So, Where's the Line?

>> Tuesday, September 29, 2009

Yesterday, I asked why suicide was considered a crime (or taboo for Relax Max who doesn't think it's illegal). I got a number of interesting viewpoints and comments, including Relax Max arguing that only attempted suicide is a crime but not suicide itself (since there's not we can do to punish a successful suicider), Soubriquet's excellent examples of socially acceptable suicide (we call it bravery) and mrsbitch's making a comparison between murder and suicide.

What I'd like to do is expand on mrsbitch's comments. She noted that murder was illegal and, as suicide was effectively self-murder, the same rules applied. Well, although I noted that, in my opinion, the problem with murder is that you're making life/death decisions for someone else without their input - which isn't the problem with suicide.

But, let's for argument sake, say that there is an inherent sanctity of life that no one has the right to snuff out, not even for oneself. So, if human life is absolutely sacrosanct, anything one does to shorten or endanger one's own life would also be criminal. To some extent we do this now by making narcotics and other serious and addictive drugs illegal. But, where do you draw the line? If we couldn't put our lives at risk, smoking should be absolutely forbidden, and extreme sports made illegal. Obesity would be a crime. One could not refuse treatment for oneself. Salt would be seriously curtailed.

And he's a kicker. What if you're pregnant and the pregnancy puts your life at risk? You'd no longer have a choice to try to carry the baby. Of course, that's a whole other post.


  • Tour New Zealand

    Very interesting! It makes you think....

  • The Mother

    Your points are well taken. Following the logical trail often leads to tangents that one hadn't originally planned.

    And, as I am now on a new low salt diet, I have to tell you I might actually choose the hypertension instead.

  • Jeff King

    Speeding is illegal yet you have the choice to do it. Everything that is illegal is a choice to follow it or not. Having it illegal is more just a deterrent not a fix all. And making it a crime allows survivors to be forced into getting the help they need. And that is why I think it should be illegal.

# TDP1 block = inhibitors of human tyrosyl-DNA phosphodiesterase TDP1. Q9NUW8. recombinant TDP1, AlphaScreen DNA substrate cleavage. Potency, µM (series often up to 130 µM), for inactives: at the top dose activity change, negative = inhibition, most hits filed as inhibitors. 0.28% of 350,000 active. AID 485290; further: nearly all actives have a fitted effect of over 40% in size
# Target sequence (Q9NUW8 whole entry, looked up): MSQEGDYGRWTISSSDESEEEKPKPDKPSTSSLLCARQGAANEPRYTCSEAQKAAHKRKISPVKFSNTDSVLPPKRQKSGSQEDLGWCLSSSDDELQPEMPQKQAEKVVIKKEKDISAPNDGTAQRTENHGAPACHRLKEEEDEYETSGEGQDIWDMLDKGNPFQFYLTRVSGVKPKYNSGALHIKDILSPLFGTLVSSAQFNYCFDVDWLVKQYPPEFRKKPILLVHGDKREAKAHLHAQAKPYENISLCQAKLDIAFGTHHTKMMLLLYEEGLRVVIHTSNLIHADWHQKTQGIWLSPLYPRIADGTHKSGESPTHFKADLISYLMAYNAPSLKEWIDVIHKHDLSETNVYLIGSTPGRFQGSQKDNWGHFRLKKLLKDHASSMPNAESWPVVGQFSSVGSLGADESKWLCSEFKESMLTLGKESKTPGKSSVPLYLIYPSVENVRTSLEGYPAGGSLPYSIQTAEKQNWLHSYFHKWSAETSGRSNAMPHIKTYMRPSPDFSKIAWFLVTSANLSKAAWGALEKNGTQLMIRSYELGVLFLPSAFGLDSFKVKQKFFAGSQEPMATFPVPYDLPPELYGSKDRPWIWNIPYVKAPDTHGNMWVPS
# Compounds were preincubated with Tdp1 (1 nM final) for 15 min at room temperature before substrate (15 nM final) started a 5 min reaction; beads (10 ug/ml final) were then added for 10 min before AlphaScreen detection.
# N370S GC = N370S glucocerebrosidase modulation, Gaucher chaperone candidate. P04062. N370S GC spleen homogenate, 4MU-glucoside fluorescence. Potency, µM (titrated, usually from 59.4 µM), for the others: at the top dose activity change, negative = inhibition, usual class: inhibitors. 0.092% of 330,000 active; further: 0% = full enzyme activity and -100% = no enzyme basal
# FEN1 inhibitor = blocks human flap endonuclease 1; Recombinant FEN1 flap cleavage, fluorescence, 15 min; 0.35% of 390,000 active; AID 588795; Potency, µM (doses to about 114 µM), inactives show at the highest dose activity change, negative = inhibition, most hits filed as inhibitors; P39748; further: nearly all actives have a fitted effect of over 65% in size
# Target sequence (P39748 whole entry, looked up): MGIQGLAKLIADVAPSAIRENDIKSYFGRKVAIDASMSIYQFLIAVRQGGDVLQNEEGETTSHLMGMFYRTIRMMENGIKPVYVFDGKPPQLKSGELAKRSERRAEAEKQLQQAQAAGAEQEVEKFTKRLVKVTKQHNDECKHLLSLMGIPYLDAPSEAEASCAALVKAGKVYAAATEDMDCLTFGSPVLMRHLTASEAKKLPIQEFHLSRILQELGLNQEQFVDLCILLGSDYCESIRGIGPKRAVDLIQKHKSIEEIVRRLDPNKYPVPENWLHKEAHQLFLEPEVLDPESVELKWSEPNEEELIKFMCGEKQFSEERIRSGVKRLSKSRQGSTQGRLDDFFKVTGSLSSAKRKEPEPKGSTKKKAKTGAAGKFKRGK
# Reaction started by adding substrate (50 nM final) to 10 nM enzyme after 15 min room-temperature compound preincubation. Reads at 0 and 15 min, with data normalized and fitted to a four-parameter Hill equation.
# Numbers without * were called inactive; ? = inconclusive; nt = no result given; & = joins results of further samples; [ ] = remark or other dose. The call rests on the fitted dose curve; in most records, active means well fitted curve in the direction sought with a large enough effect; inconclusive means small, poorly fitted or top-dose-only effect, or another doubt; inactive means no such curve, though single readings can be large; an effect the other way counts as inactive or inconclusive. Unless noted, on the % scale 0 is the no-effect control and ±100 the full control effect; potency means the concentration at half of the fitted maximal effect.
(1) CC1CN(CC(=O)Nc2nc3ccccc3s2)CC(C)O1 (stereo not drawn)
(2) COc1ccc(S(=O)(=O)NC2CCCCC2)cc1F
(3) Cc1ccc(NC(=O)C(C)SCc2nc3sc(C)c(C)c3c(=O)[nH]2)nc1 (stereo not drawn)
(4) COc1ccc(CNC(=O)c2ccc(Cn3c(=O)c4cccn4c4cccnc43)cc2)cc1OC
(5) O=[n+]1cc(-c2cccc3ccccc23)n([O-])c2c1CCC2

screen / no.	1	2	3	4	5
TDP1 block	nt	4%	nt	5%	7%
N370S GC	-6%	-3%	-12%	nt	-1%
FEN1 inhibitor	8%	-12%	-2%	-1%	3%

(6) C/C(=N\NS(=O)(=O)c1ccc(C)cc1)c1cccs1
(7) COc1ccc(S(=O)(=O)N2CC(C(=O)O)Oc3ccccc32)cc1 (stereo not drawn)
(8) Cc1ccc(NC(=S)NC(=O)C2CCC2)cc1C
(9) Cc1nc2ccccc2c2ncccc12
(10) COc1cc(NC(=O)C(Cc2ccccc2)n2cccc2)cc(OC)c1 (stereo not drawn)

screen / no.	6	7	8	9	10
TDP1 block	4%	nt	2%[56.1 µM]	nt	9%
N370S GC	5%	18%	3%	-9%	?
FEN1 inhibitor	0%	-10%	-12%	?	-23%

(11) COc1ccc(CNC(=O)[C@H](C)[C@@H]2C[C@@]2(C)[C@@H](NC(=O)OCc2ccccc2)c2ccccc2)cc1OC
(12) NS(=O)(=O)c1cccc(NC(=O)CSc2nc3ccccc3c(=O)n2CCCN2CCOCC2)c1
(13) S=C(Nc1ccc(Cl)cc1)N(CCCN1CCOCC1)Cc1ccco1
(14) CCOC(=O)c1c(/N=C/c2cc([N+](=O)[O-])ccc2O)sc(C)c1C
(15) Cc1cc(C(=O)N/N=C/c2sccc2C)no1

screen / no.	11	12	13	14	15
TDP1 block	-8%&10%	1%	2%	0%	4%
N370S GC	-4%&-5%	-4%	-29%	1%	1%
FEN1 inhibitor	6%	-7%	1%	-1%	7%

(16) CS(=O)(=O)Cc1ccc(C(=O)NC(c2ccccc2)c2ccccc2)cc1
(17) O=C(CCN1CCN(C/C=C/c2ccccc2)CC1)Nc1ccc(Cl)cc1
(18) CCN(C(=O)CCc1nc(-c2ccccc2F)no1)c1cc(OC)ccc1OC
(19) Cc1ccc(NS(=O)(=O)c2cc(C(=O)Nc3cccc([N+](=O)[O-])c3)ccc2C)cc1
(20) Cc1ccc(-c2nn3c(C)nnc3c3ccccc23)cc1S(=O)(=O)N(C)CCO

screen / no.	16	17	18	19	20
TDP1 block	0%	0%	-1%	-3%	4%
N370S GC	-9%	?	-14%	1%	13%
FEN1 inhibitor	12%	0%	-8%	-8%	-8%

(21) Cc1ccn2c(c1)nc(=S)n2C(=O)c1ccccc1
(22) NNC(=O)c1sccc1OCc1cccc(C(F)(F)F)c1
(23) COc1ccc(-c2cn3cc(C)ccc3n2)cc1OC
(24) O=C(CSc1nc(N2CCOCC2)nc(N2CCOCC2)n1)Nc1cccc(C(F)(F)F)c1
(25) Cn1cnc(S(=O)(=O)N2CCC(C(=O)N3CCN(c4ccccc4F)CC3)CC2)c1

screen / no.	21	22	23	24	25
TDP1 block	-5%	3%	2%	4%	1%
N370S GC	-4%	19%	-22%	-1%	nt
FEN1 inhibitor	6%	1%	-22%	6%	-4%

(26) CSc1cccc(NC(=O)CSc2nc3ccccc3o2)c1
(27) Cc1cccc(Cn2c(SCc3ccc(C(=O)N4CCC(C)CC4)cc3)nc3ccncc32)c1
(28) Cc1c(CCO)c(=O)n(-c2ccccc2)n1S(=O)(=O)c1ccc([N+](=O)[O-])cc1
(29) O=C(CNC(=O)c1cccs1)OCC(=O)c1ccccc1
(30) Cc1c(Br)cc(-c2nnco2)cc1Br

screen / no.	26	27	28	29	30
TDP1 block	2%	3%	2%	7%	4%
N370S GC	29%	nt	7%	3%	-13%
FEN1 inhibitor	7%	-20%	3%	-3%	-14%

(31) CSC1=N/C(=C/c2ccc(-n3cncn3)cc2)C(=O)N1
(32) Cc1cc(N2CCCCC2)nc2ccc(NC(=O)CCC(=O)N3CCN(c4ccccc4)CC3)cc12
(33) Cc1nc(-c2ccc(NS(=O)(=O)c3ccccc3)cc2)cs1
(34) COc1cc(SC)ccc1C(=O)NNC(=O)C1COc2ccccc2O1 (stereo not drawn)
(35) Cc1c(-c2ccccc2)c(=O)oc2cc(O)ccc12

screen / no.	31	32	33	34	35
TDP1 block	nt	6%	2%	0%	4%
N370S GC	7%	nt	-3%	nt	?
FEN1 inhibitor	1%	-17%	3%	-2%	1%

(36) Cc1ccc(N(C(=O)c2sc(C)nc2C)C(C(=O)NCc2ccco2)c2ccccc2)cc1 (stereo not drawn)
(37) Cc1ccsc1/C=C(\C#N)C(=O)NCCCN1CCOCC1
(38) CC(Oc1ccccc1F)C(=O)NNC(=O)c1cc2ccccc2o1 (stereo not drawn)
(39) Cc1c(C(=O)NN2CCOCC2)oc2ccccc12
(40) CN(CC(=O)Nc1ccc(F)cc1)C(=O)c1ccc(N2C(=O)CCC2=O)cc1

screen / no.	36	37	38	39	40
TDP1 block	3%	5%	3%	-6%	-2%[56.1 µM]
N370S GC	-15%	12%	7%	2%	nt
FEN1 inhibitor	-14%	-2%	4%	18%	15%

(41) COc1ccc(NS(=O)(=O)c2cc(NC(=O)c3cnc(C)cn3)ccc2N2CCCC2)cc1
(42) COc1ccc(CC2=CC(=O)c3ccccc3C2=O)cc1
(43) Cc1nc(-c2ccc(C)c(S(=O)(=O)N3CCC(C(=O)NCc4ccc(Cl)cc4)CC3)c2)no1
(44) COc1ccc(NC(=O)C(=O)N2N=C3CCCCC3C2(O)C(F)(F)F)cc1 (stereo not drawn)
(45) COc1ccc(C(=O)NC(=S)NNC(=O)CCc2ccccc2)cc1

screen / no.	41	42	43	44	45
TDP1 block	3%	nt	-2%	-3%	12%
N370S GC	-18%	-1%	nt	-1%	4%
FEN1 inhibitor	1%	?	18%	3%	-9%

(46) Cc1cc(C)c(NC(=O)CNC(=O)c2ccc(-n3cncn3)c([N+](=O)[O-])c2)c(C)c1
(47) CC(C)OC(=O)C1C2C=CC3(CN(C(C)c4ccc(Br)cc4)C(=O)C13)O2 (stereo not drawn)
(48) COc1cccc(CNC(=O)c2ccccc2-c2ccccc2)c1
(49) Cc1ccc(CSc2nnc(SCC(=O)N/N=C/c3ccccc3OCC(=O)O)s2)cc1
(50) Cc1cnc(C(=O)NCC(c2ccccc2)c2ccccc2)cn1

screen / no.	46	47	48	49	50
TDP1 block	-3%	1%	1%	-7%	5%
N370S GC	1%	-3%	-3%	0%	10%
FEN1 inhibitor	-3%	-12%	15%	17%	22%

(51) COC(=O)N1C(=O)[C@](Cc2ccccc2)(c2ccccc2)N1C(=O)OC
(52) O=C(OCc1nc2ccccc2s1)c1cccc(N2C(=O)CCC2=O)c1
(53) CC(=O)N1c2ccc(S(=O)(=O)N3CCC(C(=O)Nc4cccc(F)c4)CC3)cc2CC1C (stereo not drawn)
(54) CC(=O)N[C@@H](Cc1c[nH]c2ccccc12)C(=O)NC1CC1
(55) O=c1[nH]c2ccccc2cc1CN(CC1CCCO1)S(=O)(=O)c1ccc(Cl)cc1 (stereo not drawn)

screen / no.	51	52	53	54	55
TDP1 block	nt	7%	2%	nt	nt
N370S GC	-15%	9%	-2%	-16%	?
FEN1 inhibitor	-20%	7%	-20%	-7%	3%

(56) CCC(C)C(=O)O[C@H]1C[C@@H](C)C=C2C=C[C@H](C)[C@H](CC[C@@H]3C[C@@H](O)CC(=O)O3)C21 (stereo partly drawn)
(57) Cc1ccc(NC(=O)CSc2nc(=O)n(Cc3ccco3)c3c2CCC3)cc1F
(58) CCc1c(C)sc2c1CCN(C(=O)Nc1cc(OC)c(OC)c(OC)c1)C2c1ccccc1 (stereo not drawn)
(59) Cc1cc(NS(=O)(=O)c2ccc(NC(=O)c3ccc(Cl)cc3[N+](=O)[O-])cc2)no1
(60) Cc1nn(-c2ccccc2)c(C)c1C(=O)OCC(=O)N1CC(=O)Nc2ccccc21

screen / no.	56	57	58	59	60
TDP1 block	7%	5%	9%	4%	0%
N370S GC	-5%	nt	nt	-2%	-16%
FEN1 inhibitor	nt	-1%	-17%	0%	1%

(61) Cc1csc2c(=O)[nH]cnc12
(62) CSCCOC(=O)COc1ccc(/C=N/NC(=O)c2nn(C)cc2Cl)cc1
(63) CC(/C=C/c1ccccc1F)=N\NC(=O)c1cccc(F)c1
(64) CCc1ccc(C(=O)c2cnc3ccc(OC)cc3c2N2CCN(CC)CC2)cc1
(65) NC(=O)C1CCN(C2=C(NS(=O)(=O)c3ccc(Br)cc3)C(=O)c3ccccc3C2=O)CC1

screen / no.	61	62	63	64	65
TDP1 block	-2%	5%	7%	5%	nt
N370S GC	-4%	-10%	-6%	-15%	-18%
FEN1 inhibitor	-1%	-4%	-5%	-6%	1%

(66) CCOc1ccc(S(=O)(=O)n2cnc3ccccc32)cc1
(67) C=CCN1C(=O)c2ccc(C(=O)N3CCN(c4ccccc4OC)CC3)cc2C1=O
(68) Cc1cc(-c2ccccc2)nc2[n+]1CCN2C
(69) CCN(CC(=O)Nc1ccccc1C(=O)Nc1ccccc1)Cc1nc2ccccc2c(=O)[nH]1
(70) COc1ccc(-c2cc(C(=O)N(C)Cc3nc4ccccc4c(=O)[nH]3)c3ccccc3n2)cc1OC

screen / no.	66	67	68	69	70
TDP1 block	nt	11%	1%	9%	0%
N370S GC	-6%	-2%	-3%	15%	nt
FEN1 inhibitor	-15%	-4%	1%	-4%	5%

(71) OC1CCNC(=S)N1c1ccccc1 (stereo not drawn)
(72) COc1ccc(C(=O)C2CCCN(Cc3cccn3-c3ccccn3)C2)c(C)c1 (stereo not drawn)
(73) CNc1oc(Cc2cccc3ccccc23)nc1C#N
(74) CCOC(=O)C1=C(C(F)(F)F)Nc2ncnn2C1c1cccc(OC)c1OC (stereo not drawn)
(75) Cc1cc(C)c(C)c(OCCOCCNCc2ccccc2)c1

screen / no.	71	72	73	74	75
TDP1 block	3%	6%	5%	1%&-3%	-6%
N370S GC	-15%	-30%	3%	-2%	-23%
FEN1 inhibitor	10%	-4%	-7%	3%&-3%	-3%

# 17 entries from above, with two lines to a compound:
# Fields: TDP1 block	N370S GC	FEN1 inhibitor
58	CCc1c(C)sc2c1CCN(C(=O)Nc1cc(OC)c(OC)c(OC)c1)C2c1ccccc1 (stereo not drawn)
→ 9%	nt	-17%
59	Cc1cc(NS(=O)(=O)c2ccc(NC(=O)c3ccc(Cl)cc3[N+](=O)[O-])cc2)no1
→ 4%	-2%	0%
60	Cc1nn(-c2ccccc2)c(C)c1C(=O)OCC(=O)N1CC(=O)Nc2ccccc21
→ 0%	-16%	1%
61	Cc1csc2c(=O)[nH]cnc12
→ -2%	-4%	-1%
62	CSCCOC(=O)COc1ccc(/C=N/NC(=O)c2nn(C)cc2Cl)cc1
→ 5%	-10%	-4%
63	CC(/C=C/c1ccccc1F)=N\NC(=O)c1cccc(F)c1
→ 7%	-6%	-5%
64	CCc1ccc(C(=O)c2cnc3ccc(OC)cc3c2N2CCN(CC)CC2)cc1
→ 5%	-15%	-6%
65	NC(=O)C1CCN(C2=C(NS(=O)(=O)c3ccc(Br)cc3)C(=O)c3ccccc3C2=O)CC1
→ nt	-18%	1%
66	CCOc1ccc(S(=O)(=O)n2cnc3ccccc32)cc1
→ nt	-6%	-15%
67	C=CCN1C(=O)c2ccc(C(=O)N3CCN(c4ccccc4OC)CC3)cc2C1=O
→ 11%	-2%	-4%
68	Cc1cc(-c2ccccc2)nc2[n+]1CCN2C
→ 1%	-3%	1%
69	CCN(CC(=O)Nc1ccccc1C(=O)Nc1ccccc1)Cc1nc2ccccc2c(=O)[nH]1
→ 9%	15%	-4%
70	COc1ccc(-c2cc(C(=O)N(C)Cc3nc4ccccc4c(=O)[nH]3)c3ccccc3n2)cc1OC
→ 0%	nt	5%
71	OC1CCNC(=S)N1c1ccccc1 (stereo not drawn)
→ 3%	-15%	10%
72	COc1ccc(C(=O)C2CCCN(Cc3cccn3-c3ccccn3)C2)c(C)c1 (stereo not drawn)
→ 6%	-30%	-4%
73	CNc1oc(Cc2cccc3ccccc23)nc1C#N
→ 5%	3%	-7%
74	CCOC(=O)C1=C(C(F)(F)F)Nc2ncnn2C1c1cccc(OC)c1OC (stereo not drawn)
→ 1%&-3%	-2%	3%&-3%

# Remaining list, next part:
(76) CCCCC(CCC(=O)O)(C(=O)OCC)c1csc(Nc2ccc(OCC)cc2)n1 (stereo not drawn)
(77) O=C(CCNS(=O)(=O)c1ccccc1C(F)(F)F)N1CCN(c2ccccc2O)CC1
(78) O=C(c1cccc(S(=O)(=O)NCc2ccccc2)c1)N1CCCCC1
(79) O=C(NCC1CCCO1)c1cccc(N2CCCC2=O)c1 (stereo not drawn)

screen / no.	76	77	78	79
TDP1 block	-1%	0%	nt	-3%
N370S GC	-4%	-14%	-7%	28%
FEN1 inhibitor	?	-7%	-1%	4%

And if you had to abort a pregnancy to save your own life I would not look down on that person for that reason...
    But to use abortion as a type of birth control then that is where I have an issue...

    I feel it is about life being special and above throwing it away. I would never idly sit by and do nothing if I knew a person was going to commit suicide... yet if you’re in pain from a life threatening disease and there is no cure I could plainly understand ending the suffering.
    Without a doubt I understand that point of view… I watched my best friend’s mom die a horrible death over a year period lying in a bed unable to move, talk or even eat. She suffered from cancer of the throat, it was a messy painful drawn out death and we talked about ending it several times…

  • flit

    Wow - getting into some pretty big issues here.

    I can see wanting to make it illegal for it's potential deterrent value - but really, anyone that is intent on success isn't going to care whether they are breaking the law, are they? Or who is going to be hurt, either.

    Suicide has always seemed to me - except in the case of terminal illness - an act of extreme selfishness.

  • Stephanie B